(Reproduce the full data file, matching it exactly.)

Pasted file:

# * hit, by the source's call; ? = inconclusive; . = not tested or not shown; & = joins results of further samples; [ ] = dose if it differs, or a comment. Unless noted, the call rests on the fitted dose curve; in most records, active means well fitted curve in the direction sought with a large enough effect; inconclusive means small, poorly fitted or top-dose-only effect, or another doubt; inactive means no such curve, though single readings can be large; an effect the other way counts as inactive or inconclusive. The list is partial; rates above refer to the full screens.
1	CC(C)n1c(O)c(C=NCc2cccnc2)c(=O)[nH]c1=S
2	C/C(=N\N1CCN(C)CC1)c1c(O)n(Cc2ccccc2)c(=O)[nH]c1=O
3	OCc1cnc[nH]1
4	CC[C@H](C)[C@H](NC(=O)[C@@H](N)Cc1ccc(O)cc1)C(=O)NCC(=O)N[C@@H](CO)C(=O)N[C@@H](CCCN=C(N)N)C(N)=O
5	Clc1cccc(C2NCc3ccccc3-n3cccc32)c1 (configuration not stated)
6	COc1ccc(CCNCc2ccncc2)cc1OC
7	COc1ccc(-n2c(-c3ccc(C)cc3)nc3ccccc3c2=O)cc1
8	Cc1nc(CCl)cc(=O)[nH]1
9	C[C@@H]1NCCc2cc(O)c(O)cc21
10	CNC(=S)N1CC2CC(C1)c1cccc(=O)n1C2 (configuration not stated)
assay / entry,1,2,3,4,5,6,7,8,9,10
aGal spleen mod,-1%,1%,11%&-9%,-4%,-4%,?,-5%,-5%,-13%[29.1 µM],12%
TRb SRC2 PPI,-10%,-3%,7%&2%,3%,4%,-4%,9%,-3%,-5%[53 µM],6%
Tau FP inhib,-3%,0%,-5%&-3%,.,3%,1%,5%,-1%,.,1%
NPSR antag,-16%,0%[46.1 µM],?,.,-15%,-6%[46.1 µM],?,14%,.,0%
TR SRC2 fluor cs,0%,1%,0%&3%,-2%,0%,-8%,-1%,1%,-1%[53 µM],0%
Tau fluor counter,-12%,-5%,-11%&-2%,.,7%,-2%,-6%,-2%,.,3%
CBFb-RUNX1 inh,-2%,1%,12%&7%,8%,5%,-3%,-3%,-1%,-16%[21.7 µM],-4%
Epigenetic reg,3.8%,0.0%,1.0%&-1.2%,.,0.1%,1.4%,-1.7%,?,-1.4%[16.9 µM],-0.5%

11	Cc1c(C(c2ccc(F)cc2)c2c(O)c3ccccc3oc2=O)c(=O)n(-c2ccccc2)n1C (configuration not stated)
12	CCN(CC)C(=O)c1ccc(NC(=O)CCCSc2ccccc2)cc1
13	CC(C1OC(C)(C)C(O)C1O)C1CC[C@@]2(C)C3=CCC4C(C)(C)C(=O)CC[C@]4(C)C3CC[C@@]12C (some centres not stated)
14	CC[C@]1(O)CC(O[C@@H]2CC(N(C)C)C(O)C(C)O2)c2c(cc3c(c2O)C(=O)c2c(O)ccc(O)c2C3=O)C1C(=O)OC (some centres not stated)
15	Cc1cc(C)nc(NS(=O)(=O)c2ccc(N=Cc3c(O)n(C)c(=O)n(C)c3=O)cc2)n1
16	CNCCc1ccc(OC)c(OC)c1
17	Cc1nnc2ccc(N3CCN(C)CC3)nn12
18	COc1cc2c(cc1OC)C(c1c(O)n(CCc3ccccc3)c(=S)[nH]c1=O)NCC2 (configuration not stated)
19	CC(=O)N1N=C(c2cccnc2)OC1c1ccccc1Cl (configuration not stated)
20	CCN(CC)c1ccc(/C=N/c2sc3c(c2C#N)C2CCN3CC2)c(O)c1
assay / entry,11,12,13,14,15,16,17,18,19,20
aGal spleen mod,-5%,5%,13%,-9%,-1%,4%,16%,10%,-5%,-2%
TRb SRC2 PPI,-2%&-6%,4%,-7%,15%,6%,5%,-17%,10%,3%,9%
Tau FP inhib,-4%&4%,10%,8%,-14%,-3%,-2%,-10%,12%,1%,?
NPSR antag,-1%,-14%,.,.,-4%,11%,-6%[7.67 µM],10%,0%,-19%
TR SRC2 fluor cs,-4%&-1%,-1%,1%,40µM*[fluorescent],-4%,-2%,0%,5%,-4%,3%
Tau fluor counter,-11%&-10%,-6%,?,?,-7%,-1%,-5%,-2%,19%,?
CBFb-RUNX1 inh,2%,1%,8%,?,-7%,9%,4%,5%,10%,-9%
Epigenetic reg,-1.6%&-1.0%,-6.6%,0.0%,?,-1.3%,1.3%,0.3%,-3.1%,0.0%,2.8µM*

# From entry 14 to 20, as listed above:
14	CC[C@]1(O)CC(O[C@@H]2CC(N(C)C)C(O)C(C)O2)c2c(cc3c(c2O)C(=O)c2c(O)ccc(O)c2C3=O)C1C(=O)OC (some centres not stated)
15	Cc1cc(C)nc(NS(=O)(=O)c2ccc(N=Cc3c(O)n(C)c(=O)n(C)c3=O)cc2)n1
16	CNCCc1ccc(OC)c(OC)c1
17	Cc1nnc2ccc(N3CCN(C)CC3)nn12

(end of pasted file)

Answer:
# * hit, by the source's call; ? = inconclusive; . = not tested or not shown; & = joins results of further samples; [ ] = dose if it differs, or a comment. Unless noted, the call rests on the fitted dose curve; in most records, active means well fitted curve in the direction sought with a large enough effect; inconclusive means small, poorly fitted or top-dose-only effect, or another doubt; inactive means no such curve, though single readings can be large; an effect the other way counts as inactive or inconclusive. The list is partial; rates above refer to the full screens.
1	CC(C)n1c(O)c(C=NCc2cccnc2)c(=O)[nH]c1=S
2	C/C(=N\N1CCN(C)CC1)c1c(O)n(Cc2ccccc2)c(=O)[nH]c1=O
3	OCc1cnc[nH]1
4	CC[C@H](C)[C@H](NC(=O)[C@@H](N)Cc1ccc(O)cc1)C(=O)NCC(=O)N[C@@H](CO)C(=O)N[C@@H](CCCN=C(N)N)C(N)=O
5	Clc1cccc(C2NCc3ccccc3-n3cccc32)c1 (configuration not stated)
6	COc1ccc(CCNCc2ccncc2)cc1OC
7	COc1ccc(-n2c(-c3ccc(C)cc3)nc3ccccc3c2=O)cc1
8	Cc1nc(CCl)cc(=O)[nH]1
9	C[C@@H]1NCCc2cc(O)c(O)cc21
10	CNC(=S)N1CC2CC(C1)c1cccc(=O)n1C2 (configuration not stated)
assay / entry,1,2,3,4,5,6,7,8,9,10
aGal spleen mod,-1%,1%,11%&-9%,-4%,-4%,?,-5%,-5%,-13%[29.1 µM],12%
TRb SRC2 PPI,-10%,-3%,7%&2%,3%,4%,-4%,9%,-3%,-5%[53 µM],6%
Tau FP inhib,-3%,0%,-5%&-3%,.,3%,1%,5%,-1%,.,1%
NPSR antag,-16%,0%[46.1 µM],?,.,-15%,-6%[46.1 µM],?,14%,.,0%
TR SRC2 fluor cs,0%,1%,0%&3%,-2%,0%,-8%,-1%,1%,-1%[53 µM],0%
Tau fluor counter,-12%,-5%,-11%&-2%,.,7%,-2%,-6%,-2%,.,3%
CBFb-RUNX1 inh,-2%,1%,12%&7%,8%,5%,-3%,-3%,-1%,-16%[21.7 µM],-4%
Epigenetic reg,3.8%,0.0%,1.0%&-1.2%,.,0.1%,1.4%,-1.7%,?,-1.4%[16.9 µM],-0.5%

11	Cc1c(C(c2ccc(F)cc2)c2c(O)c3ccccc3oc2=O)c(=O)n(-c2ccccc2)n1C (configuration not stated)
12	CCN(CC)C(=O)c1ccc(NC(=O)CCCSc2ccccc2)cc1
13	CC(C1OC(C)(C)C(O)C1O)C1CC[C@@]2(C)C3=CCC4C(C)(C)C(=O)CC[C@]4(C)C3CC[C@@]12C (some centres not stated)
14	CC[C@]1(O)CC(O[C@@H]2CC(N(C)C)C(O)C(C)O2)c2c(cc3c(c2O)C(=O)c2c(O)ccc(O)c2C3=O)C1C(=O)OC (some centres not stated)
15	Cc1cc(C)nc(NS(=O)(=O)c2ccc(N=Cc3c(O)n(C)c(=O)n(C)c3=O)cc2)n1
16	CNCCc1ccc(OC)c(OC)c1
17	Cc1nnc2ccc(N3CCN(C)CC3)nn12
18	COc1cc2c(cc1OC)C(c1c(O)n(CCc3ccccc3)c(=S)[nH]c1=O)NCC2 (configuration not stated)
19	CC(=O)N1N=C(c2cccnc2)OC1c1ccccc1Cl (configuration not stated)
20	CCN(CC)c1ccc(/C=N/c2sc3c(c2C#N)C2CCN3CC2)c(O)c1
assay / entry,11,12,13,14,15,16,17,18,19,20
aGal spleen mod,-5%,5%,13%,-9%,-1%,4%,16%,10%,-5%,-2%
TRb SRC2 PPI,-2%&-6%,4%,-7%,15%,6%,5%,-17%,10%,3%,9%
Tau FP inhib,-4%&4%,10%,8%,-14%,-3%,-2%,-10%,12%,1%,?
NPSR antag,-1%,-14%,.,.,-4%,11%,-6%[7.67 µM],10%,0%,-19%
TR SRC2 fluor cs,-4%&-1%,-1%,1%,40µM*[fluorescent],-4%,-2%,0%,5%,-4%,3%
Tau fluor counter,-11%&-10%,-6%,?,?,-7%,-1%,-5%,-2%,19%,?
CBFb-RUNX1 inh,2%,1%,8%,?,-7%,9%,4%,5%,10%,-9%
Epigenetic reg,-1.6%&-1.0%,-6.6%,0.0%,?,-1.3%,1.3%,0.3%,-3.1%,0.0%,2.8µM*

# From entry 14 to 20, as listed above:
14	CC[C@]1(O)CC(O[C@@H]2CC(N(C)C)C(O)C(C)O2)c2c(cc3c(c2O)C(=O)c2c(O)ccc(O)c2C3=O)C1C(=O)OC (some centres not stated)
15	Cc1cc(C)nc(NS(=O)(=O)c2ccc(N=Cc3c(O)n(C)c(=O)n(C)c3=O)cc2)n1
16	CNCCc1ccc(OC)c(OC)c1
17	Cc1nnc2ccc(N3CCN(C)CC3)nn12